WAITING AND WAITING
The evacuations of Rawhide accompanied the search for answers about possible explosive levels of methane, the presence of hydrogen sulfide (a toxic gas) and hydrogen selenide (even more lethal), and what caused them to seep into the subdivision. It resulted in drilling and monitoring for months.
The county commissioners evacuated nine homes on Feb. 24, 1987. Then 22 more March 6, 1987. Some families were allowed to return March 26.
On May 29, 1987, county officials hand-delivered letters to every resident in Rawhide ordering an evacuation of the entire subdivision by July 31.
Willard, now 71, recalls coming home from work that night. His wife met him in the driveway, crying. That letter was in her hand.
“I was at my house one night at 6 and I was told I had to get out of the house by 10,” Willard recalled. They spent the next week in a hotel and later rented an apartment with three bedrooms. They were allowed to come back and get their clothes and possessions. Their home was just three or four houses west of where that “rotten egg smell” started it all.
“I knew nothing about it,” Willard said. “I was home from work one day and Al Doyle said ‘look at this’ and walked into the middle of the street with a lighter and poof, it lit up.”
Then came the endless parade of meetings, vague answers and little help. Willard was a veteran and the Veterans Administration wouldn’t say what it would do to help homeowners with VA loans. Willard got so upset at one meeting he told a VA official from Denver to either do something or get off the pot.
“I lost all that equity. I never got anything out of it,” Willard said. “I had two sons. We had no choice. … We were among the first who had to leave. It was a stressful situation for our family. We were put out of our home. … The whole thing is, you don’t know where you’re going to go.”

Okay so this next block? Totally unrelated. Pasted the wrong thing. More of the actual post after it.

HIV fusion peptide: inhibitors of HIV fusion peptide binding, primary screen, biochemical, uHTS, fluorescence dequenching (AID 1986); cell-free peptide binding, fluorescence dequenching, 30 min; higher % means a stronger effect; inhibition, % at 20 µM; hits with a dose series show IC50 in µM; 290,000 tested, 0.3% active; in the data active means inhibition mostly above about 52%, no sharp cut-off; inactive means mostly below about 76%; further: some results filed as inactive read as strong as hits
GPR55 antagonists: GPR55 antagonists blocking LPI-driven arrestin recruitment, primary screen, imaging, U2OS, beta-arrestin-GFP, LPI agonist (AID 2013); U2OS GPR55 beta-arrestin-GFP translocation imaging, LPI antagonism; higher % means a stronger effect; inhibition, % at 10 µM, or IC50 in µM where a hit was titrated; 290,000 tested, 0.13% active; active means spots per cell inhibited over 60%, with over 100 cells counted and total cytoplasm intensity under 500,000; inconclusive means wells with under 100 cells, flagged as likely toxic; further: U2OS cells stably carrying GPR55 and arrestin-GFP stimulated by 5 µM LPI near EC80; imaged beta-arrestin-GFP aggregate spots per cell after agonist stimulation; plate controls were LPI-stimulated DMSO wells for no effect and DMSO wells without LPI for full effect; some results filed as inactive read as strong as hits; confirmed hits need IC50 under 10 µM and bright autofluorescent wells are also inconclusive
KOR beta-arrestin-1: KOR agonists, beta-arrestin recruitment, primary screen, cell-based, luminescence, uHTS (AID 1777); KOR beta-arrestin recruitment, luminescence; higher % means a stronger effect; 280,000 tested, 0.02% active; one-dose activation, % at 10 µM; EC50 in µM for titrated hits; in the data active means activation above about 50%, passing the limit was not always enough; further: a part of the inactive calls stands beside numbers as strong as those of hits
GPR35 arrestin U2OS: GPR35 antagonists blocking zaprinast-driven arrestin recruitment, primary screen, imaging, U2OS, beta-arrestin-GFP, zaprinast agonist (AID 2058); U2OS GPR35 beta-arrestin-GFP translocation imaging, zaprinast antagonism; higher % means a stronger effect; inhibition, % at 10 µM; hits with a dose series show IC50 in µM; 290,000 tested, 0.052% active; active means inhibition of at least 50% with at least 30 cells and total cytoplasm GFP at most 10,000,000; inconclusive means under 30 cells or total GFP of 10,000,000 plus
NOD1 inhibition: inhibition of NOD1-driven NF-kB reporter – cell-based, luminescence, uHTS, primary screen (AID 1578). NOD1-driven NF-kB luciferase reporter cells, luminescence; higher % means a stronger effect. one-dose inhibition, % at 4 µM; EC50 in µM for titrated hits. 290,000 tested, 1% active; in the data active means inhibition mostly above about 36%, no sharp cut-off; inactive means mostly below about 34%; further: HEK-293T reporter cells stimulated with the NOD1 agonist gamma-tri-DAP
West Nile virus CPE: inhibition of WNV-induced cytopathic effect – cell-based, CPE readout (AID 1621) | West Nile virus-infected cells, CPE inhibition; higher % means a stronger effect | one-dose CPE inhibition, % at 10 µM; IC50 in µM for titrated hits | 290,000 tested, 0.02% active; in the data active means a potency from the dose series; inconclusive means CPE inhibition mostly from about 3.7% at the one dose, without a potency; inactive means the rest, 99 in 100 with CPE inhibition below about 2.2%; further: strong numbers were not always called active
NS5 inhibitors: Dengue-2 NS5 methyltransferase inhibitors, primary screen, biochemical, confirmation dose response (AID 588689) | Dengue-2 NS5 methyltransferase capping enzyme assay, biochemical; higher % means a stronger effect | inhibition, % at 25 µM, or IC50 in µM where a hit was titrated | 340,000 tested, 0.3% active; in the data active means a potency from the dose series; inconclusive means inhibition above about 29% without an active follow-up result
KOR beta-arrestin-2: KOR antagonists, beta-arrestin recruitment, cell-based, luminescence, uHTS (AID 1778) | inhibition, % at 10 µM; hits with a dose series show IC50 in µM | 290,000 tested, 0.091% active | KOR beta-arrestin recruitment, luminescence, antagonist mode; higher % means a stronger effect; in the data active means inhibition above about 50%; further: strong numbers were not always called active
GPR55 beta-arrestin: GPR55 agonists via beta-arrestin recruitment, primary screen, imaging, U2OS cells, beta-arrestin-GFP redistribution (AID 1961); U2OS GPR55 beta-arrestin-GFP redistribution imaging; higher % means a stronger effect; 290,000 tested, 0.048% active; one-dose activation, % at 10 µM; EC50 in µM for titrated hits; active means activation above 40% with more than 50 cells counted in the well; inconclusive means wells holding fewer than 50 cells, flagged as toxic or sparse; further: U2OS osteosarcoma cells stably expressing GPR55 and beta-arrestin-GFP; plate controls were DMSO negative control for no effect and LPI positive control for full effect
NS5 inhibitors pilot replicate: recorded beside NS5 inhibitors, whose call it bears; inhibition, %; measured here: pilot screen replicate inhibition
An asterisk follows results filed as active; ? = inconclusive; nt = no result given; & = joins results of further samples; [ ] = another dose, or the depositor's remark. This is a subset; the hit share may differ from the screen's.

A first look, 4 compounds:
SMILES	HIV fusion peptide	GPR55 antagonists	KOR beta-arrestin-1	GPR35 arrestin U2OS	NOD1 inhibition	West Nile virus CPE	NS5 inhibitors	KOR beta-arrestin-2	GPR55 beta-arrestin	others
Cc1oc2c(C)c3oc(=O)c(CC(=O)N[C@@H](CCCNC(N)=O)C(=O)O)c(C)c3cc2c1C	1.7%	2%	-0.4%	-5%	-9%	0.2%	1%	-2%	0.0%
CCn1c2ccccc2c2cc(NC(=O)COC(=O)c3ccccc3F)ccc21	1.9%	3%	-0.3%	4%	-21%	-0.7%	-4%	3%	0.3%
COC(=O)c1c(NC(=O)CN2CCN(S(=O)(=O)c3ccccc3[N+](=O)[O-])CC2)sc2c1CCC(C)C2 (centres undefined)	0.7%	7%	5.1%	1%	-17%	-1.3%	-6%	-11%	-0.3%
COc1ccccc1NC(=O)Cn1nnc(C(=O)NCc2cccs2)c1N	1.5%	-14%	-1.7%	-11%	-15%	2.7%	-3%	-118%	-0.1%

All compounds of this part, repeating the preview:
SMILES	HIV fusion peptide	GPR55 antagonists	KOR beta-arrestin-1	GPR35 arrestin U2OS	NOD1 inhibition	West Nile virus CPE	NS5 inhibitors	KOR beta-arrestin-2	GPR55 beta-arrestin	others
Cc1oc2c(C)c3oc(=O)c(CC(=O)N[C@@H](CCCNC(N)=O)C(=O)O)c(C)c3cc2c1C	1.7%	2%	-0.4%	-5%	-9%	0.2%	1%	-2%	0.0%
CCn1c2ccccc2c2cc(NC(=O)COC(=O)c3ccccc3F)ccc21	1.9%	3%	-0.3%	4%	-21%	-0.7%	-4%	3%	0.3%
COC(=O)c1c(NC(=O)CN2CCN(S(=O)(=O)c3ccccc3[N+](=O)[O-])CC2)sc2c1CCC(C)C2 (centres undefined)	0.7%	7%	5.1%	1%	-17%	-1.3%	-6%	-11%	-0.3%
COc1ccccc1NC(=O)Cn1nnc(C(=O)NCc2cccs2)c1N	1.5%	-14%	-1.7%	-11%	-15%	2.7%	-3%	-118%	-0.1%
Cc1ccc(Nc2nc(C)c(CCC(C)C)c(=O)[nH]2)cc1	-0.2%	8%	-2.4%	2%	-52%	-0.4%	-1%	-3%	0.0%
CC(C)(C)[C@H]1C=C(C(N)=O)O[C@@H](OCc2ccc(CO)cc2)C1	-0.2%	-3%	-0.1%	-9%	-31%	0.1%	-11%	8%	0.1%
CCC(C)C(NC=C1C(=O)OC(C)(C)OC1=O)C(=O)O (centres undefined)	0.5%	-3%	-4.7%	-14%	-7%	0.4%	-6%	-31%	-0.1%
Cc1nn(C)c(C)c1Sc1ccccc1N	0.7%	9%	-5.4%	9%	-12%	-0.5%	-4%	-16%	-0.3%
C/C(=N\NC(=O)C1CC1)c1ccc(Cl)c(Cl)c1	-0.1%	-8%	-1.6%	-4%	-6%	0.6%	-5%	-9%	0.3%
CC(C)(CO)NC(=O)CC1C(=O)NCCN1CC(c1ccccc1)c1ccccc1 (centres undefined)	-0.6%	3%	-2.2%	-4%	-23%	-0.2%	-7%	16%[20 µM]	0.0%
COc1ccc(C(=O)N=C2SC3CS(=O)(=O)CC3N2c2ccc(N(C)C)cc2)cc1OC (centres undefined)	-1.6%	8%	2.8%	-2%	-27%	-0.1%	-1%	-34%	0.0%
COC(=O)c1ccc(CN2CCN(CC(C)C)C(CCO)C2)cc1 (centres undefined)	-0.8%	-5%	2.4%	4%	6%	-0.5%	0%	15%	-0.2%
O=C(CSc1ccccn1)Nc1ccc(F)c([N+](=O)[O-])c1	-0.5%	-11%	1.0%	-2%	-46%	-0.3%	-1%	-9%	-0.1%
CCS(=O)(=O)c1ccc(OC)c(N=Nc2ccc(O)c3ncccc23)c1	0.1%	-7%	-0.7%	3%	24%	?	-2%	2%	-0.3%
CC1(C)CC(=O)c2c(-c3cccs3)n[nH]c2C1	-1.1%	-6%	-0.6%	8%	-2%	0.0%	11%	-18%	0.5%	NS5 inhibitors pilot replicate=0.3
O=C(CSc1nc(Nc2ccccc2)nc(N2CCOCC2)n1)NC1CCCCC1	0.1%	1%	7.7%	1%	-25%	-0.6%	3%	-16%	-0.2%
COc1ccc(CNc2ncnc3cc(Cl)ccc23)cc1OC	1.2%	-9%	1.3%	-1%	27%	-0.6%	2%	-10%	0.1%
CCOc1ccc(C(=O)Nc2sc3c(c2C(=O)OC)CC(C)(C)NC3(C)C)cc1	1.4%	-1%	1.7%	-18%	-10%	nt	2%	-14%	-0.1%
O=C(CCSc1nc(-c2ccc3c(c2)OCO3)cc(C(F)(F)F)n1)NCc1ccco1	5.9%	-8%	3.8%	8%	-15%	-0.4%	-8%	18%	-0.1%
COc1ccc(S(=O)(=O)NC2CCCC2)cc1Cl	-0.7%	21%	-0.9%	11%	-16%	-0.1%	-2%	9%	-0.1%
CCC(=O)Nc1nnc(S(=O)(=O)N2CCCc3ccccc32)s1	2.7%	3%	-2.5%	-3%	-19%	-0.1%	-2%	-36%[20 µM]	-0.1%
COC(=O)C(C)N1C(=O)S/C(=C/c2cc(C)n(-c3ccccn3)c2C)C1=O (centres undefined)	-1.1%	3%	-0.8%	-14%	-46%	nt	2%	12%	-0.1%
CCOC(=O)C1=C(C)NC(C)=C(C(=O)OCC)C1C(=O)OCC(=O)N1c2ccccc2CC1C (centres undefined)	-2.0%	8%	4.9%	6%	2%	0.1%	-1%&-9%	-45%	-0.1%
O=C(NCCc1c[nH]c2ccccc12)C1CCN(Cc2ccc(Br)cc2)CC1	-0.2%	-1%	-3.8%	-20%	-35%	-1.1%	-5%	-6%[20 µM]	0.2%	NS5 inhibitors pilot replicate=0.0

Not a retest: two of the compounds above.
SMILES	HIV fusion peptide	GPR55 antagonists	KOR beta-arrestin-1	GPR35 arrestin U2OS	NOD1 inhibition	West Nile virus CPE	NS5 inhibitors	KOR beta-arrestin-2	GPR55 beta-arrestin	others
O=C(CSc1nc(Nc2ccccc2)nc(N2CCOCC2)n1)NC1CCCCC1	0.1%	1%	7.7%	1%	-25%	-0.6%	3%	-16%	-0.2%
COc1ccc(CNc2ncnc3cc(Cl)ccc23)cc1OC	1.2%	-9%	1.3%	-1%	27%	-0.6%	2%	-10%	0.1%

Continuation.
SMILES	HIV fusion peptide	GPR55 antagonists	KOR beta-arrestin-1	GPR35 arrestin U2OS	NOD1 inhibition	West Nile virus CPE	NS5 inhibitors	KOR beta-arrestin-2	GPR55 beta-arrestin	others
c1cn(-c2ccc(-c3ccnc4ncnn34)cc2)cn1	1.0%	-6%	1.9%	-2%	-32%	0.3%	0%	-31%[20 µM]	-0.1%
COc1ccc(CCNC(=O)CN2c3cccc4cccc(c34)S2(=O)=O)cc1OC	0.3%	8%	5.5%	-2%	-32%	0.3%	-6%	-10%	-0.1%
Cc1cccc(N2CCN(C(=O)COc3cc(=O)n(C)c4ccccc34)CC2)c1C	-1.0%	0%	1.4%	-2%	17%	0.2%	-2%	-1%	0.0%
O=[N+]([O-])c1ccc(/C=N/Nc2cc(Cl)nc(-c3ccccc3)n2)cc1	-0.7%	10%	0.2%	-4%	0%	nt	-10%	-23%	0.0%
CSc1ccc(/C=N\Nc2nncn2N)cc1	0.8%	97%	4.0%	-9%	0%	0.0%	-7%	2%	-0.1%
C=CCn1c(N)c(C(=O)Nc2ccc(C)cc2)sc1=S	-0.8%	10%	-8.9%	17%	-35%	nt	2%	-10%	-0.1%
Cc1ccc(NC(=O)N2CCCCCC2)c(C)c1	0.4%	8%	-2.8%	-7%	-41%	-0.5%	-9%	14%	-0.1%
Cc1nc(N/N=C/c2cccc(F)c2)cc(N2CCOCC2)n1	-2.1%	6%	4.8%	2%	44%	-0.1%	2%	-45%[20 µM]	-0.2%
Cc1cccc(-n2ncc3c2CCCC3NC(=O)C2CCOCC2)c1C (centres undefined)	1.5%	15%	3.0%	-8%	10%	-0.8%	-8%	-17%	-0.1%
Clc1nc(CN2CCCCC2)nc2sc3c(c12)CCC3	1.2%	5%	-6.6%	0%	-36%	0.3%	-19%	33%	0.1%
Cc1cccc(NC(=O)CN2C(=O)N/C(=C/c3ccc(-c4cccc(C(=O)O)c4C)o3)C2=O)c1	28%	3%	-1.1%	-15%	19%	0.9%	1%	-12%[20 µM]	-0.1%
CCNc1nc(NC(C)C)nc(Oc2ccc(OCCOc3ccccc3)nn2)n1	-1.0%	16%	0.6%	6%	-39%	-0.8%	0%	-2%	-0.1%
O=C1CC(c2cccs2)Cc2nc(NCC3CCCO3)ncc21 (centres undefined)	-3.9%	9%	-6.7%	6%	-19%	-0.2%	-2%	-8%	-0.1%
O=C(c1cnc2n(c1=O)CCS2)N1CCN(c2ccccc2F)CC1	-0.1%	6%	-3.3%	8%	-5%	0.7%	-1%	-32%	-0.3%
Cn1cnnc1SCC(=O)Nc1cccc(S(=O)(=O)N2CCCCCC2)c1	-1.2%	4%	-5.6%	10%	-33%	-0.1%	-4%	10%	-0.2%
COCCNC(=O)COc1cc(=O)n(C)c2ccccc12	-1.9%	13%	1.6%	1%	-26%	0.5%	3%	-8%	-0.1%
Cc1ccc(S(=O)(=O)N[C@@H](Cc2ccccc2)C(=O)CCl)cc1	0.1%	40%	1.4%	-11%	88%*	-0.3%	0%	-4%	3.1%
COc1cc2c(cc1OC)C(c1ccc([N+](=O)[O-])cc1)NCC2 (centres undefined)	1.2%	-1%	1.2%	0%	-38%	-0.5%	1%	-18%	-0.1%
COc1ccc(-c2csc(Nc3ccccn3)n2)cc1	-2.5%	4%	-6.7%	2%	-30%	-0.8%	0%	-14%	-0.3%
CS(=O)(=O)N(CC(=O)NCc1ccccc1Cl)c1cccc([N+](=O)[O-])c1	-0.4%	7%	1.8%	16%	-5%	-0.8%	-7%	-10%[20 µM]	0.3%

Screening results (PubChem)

In a meeting broadcast on national TV, county officials said they felt compelled to act after there were two cases of confirmed hydrogen sulfide gas poisoning and indications the methane gas plumes were extending into the northern portion of the subdivision.
The entire subdivision — with just 12 families remaining as they waited to close on houses — was again evacuated July 6, 1987, when a large volume of hydrogen sulfide gas was discovered during drilling.
While the county suspended its evacuation order July 3, it left intact a resolution that the entire subdivision was uninhabitable. On July 7, one homeowner was arrested by sheriff’s deputies as he tried to bypass a roadblock to retrieve his tools and children’s clothing from his home.
In the meantime, the drilling and monitoring continued. On July 28, the county rescinded its evacuation order. Only eight residents remained at that point.
Limbo stretched on, though.
Holland said he’d consulted with a variety of government agencies and nobody knew quite what to do. “Nobody’s really dealt with something like this,” he said.
“I am hearing too much ‘I don’t knows’ from the experts,” a resident said at one of those public meetings. “Rawhide is doomed.”
It truly was.
BATTLE CRY LANE
Steve Skinner moved his family out of Rawhide soon after fire officials warned residents not to set the streets on fire. He had moved to Gillette in 1970 and returned in 1979 after serving in the military.
He and his wife, Solley, lived at 200 Battle Cry Lane with their young son and daughter, across from the park at Rawhide. They loved their small home of 1,470 square feet. But he said he couldn’t put his young children at risk, so he quickly made the choice to get out.
“I ended up going bankrupt over it,” Skinner said recently “Bankruptcy was the only way I got out of that house. We got way upside down over it.”
Like many, the family lived pay day to pay day just to make ends meet. Filing for bankruptcy just added to that.
“It was pretty financially stressful for us,” he said.
He still will drive by his former home, just to marvel at the foundation and how tiny it truly was.
“I actually liked it. We had good neighbors and we were across from the park,” Skinner said, adding he could car pool to his mining job.
Their house was demolished since it couldn’t be moved.
Others in the subdivision decided not to leave, some because they had so much invested there. Rawhide remains their home to this day.
“We never, ever checked the gas readings,” Skinner said. “As soon as they began lighting the streets on fire, we left.”
Gallegos has been back to Gillette since. Her last memory at Rawhide Village is seeing, but not wanting to watch, her coveted home traveling in the opposite direction. That was too much.
“I got in the car and left. I didn’t ever look back,” she said.
Information from: The Gillette (Wyo.) News Record, http://www.gillettenewsrecord.com